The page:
How To Rekindle A Relationship
Sometimes the person we feel the farthest away from is actually the person we are the most involved with. What do you do when the lengthening miles are emotional and not physical? How do you deal with a partner who is still with you but seems emotionally detached?
Stephanie from Buffalo, NY writes:
“Your advice to Michael sounds great, but I wish I knew how to apply it to my situation. My boyfriend and I have had a good relationship for four years, and we’re still together, but it feels like we’re emotionally divided. When my feelings get hurt and I need to talk, he gets mad at me and tells me I’m annoying. He’s not really there for me. If I tell him I feel lonely though, then he lashes out at me and I feel lonelier still. How do I get my boyfriend back, even though our relationship is still technically ‘together’? It feels like he’s left me emotionally.”
That’s a tough situation, in some ways even more so than if you had actually ‘lost’ your partner. While losing a partner physically is difficult, at least you get some space to yourself and the chance to try and move on. When you’re with the person still and when other aspects of the relationship are great, you can feel confused and disoriented, wondering if the problem is him or if it’s you.
It’s hard to deal with something like this if you don’t have the space or time to get away from the situation and evaluate it after you’ve had some time to clear your head a bit. If it’s possible, I’d suggest you take a weekend away somewhere, maybe visit a friend out of town—even take a whole week if you want. Some people take breaks in relationships to deal with problems like this; that can have mixed results. It’s easy for the other person to misunderstand, so if you do choose to take a break from the relationship, treat the option with caution.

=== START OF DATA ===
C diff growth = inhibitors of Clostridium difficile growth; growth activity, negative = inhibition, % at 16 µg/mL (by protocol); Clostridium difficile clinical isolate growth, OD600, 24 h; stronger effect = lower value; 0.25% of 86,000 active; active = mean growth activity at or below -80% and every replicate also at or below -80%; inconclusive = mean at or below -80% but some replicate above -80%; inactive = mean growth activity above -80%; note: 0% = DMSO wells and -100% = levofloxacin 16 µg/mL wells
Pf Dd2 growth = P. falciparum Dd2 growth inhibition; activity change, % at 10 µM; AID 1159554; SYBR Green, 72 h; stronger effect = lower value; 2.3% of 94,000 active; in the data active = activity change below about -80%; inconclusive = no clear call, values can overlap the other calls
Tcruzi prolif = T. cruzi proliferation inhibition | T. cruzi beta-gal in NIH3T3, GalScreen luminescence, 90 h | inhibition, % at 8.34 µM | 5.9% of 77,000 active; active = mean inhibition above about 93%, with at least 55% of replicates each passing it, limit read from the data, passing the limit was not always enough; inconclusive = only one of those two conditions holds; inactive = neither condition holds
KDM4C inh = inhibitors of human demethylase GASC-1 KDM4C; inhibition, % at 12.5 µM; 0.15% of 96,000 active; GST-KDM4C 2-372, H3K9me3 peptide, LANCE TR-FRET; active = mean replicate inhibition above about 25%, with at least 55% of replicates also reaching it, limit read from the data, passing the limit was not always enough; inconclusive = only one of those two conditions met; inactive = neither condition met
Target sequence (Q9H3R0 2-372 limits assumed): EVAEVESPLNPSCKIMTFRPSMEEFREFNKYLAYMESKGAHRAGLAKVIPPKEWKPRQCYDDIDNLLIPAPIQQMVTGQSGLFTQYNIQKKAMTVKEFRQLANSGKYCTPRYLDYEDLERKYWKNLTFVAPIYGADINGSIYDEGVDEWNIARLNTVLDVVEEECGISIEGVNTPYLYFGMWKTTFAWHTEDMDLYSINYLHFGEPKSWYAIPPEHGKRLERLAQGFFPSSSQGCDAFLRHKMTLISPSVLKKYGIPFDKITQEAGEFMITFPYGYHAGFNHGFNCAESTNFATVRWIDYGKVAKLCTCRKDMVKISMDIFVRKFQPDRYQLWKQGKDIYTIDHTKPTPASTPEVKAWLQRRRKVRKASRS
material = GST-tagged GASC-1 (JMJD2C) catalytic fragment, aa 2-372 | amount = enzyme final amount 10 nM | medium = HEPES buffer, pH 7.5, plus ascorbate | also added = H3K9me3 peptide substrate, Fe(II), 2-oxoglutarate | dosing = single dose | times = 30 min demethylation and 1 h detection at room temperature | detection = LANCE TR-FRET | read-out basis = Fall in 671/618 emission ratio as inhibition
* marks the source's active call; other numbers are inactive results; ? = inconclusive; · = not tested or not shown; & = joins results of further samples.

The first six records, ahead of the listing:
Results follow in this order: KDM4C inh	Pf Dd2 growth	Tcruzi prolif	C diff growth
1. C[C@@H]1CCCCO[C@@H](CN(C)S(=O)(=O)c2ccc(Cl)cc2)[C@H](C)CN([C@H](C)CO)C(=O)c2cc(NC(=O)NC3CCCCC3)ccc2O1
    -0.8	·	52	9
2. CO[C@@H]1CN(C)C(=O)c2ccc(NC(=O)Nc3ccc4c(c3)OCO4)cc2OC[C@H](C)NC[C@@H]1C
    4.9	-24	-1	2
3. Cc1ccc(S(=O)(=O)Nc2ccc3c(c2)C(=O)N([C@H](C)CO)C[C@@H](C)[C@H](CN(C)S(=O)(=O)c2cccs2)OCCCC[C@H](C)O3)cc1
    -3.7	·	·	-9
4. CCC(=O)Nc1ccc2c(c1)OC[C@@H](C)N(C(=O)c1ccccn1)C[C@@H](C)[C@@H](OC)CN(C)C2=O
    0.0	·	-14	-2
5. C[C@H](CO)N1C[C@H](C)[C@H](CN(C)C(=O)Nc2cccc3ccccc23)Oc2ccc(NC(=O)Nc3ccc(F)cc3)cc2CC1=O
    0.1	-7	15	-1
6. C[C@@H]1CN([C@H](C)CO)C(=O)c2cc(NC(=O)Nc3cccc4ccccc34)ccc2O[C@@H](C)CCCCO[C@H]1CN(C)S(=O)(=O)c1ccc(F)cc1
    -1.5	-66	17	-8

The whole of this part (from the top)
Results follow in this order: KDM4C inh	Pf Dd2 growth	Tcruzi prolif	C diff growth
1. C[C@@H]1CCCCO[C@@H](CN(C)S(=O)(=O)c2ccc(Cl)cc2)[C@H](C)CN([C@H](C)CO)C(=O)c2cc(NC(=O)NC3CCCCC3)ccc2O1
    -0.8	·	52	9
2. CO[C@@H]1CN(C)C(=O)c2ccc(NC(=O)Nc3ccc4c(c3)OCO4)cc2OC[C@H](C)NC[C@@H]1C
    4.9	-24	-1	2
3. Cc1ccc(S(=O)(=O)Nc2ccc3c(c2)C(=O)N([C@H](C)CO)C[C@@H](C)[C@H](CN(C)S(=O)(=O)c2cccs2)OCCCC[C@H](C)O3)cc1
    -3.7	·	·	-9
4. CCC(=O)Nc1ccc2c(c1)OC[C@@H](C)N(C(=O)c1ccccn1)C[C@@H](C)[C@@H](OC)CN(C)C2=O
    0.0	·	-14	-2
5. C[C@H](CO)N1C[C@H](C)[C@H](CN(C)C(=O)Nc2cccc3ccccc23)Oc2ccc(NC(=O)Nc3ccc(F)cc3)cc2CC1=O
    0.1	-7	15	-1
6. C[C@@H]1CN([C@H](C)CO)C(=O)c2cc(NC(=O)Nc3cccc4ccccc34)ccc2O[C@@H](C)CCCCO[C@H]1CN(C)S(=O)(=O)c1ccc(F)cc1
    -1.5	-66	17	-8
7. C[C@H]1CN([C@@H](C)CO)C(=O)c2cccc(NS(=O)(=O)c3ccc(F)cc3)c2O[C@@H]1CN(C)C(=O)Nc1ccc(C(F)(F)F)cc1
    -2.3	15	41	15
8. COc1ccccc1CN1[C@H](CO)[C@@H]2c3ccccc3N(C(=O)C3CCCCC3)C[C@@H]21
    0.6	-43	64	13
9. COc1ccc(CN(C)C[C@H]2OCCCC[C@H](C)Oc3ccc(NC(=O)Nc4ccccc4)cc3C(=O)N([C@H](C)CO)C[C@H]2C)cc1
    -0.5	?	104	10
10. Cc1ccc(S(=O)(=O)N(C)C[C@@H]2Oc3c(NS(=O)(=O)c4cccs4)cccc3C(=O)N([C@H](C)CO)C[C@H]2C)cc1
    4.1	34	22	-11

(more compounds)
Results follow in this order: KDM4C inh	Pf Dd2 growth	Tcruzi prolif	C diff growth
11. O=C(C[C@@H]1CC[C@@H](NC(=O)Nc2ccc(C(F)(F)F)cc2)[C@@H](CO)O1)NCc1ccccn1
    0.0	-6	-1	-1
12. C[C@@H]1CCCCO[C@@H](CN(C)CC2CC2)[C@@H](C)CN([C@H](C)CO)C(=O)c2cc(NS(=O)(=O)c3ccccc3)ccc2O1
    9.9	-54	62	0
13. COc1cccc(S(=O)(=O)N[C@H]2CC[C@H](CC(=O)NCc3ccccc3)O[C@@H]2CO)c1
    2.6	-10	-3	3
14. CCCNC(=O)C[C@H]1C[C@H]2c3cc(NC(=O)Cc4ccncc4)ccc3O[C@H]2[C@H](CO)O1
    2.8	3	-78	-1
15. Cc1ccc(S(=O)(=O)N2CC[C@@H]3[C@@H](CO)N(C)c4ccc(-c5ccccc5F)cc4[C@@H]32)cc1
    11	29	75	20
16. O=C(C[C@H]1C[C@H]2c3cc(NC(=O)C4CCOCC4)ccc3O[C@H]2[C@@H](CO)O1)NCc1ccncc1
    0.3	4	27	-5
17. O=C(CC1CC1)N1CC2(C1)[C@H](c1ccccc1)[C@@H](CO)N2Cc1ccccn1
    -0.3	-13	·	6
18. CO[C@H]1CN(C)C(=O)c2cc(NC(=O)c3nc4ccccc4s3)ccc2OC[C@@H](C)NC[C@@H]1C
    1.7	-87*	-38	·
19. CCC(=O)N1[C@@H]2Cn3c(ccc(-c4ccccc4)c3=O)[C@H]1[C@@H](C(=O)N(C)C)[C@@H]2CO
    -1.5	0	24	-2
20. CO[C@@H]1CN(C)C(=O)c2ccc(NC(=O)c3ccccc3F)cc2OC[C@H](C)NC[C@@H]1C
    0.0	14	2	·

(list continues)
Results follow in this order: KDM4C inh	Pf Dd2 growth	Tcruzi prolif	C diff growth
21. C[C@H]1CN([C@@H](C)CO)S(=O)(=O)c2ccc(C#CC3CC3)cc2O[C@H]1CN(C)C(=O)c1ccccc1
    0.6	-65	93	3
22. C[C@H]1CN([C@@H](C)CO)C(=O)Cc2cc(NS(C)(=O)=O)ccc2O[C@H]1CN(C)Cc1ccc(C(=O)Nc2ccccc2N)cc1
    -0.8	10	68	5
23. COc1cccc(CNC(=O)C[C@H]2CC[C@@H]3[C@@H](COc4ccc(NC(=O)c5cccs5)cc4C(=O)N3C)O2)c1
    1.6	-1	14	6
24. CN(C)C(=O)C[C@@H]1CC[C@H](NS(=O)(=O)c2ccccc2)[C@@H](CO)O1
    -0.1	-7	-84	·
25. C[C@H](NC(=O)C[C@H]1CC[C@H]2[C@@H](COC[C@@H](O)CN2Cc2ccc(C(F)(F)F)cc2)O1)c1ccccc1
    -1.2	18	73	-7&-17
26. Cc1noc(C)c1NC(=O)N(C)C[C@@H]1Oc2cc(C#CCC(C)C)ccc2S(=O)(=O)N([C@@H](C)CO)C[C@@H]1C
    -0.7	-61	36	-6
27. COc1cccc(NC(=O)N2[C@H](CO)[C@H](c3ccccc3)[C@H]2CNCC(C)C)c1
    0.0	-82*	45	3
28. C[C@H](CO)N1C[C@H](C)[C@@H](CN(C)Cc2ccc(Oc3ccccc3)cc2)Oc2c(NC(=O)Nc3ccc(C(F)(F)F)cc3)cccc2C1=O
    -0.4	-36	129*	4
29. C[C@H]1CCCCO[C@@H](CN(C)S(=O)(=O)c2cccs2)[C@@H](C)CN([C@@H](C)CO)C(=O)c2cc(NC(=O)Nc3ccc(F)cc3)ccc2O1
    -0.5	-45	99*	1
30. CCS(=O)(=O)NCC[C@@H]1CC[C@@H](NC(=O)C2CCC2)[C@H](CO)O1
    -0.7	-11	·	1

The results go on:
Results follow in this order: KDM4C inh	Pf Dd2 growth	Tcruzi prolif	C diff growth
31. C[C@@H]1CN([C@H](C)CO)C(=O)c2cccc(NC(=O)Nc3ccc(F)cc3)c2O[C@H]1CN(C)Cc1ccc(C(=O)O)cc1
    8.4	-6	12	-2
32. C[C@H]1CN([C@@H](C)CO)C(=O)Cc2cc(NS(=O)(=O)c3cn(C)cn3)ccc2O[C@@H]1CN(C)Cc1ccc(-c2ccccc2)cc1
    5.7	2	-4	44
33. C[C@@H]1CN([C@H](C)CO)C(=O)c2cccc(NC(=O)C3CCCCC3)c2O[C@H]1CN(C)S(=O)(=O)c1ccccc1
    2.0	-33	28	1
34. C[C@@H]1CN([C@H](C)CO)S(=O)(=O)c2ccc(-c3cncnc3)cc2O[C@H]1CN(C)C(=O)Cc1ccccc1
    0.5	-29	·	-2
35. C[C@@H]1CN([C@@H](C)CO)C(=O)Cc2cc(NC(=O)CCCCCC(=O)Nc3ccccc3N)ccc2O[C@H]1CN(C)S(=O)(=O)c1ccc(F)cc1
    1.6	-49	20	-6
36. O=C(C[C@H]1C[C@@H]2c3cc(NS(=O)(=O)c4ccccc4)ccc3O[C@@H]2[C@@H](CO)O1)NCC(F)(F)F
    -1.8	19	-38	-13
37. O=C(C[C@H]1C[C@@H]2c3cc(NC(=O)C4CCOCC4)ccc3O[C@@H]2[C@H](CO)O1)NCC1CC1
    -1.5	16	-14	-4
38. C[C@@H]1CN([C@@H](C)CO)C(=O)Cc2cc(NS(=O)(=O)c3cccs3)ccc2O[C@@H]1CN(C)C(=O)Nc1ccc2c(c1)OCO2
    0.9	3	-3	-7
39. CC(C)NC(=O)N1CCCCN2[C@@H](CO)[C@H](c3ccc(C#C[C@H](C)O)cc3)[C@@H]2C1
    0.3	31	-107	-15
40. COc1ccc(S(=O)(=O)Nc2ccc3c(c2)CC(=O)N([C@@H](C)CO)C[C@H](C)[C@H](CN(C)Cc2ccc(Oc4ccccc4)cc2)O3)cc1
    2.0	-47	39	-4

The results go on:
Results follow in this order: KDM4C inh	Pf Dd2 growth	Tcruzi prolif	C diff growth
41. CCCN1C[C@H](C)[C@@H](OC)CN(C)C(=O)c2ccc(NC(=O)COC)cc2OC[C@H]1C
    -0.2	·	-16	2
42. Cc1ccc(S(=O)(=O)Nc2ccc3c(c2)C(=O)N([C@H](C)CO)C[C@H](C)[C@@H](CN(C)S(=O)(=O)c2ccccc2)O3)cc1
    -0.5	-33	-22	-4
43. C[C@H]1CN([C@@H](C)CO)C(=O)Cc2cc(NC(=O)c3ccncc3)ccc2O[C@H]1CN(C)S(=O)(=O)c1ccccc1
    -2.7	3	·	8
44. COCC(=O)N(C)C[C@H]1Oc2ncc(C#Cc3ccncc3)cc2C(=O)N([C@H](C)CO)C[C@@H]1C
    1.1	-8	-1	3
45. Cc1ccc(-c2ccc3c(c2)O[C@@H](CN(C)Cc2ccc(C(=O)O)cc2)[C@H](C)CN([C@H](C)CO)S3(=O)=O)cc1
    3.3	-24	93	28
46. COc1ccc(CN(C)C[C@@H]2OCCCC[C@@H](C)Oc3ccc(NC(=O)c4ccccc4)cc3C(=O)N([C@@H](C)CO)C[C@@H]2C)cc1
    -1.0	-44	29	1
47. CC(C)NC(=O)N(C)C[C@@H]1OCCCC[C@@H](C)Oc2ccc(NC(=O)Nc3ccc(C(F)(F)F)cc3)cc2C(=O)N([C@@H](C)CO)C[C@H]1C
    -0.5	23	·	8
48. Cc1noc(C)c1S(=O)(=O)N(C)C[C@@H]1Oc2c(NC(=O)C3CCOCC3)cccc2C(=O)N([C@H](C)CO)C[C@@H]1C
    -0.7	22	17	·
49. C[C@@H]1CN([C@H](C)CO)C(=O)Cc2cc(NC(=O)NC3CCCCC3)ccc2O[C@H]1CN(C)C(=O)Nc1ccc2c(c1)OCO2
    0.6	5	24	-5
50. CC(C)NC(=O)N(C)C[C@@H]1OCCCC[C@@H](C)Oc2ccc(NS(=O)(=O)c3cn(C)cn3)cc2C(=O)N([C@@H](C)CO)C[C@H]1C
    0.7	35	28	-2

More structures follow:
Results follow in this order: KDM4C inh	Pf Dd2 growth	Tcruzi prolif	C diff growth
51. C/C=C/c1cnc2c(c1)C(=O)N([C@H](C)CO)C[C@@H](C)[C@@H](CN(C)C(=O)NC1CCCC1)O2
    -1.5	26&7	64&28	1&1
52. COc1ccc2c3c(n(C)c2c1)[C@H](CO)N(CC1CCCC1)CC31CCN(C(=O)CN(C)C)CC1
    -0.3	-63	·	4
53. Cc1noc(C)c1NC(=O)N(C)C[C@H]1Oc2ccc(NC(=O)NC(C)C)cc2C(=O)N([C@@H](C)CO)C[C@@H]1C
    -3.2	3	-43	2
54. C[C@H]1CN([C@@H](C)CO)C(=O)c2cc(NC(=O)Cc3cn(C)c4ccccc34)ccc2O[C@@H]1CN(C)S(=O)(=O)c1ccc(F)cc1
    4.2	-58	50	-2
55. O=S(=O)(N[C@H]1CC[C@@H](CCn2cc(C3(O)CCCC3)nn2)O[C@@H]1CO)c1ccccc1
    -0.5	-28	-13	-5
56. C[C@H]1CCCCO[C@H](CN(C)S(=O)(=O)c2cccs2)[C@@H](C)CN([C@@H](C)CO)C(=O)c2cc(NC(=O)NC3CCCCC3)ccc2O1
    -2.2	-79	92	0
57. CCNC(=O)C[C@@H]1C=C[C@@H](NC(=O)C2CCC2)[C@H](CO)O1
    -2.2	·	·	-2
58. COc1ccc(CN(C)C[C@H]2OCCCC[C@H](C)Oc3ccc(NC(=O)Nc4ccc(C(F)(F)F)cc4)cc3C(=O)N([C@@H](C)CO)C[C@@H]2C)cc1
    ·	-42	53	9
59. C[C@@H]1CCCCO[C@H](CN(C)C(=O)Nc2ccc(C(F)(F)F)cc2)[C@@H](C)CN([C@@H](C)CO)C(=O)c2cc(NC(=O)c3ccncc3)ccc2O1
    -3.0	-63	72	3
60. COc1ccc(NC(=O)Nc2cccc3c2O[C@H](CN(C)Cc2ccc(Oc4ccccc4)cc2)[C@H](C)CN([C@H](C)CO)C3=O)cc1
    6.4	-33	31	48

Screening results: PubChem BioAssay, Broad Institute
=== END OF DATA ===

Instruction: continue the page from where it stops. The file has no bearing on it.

If you’re unable to get any time or space to yourself, you’ll ultimately have no choice but to face the problem and deal with it directly. I’m guessing your boyfriend has no idea what he’s doing wrong, and/or takes your remarks as slights instead of as constructive points. He may be jumping to the conclusion that you’re unhappy with him and getting hurt himself when you bring it up. Does this mean you shouldn’t bring it up? Absolutely not, you have to say what’s on your mind or it’ll only eat at you in silence and then one day it’ll explode.
So how do you tackle this? On one hand, you can’t force him to be reasonable, but on the other, you can try and appreciate that he may be struggling with misperceptions of you which are perhaps not so different from your own issues with him. When you say you feel lonely, he may feel lonely too. So start out by telling him everything which you think is wonderful about him; convey how much the relationship means to you, and all the great things he’s brought into your life. Let him know that it’s because of those things, those positive things, that you want to try and address the issues you have with him. Ask him if he’s snapping at you because he feels hurt in some way. Try and get him to open up a bit. If he feels like you are there for him and that you want to resolve the issue for his sake as much as yours, he’s more likely to change his pattern. Let him know that you’re also willing to make adjustments if he can explain in a reasonable way what you might be doing to upset him. Remember that couples’ counseling is available for situations like this too. Maybe a third party with a less biased view of the situation will be able to provide some perspective to both of you and help you to bridge this communication gap. Good luck!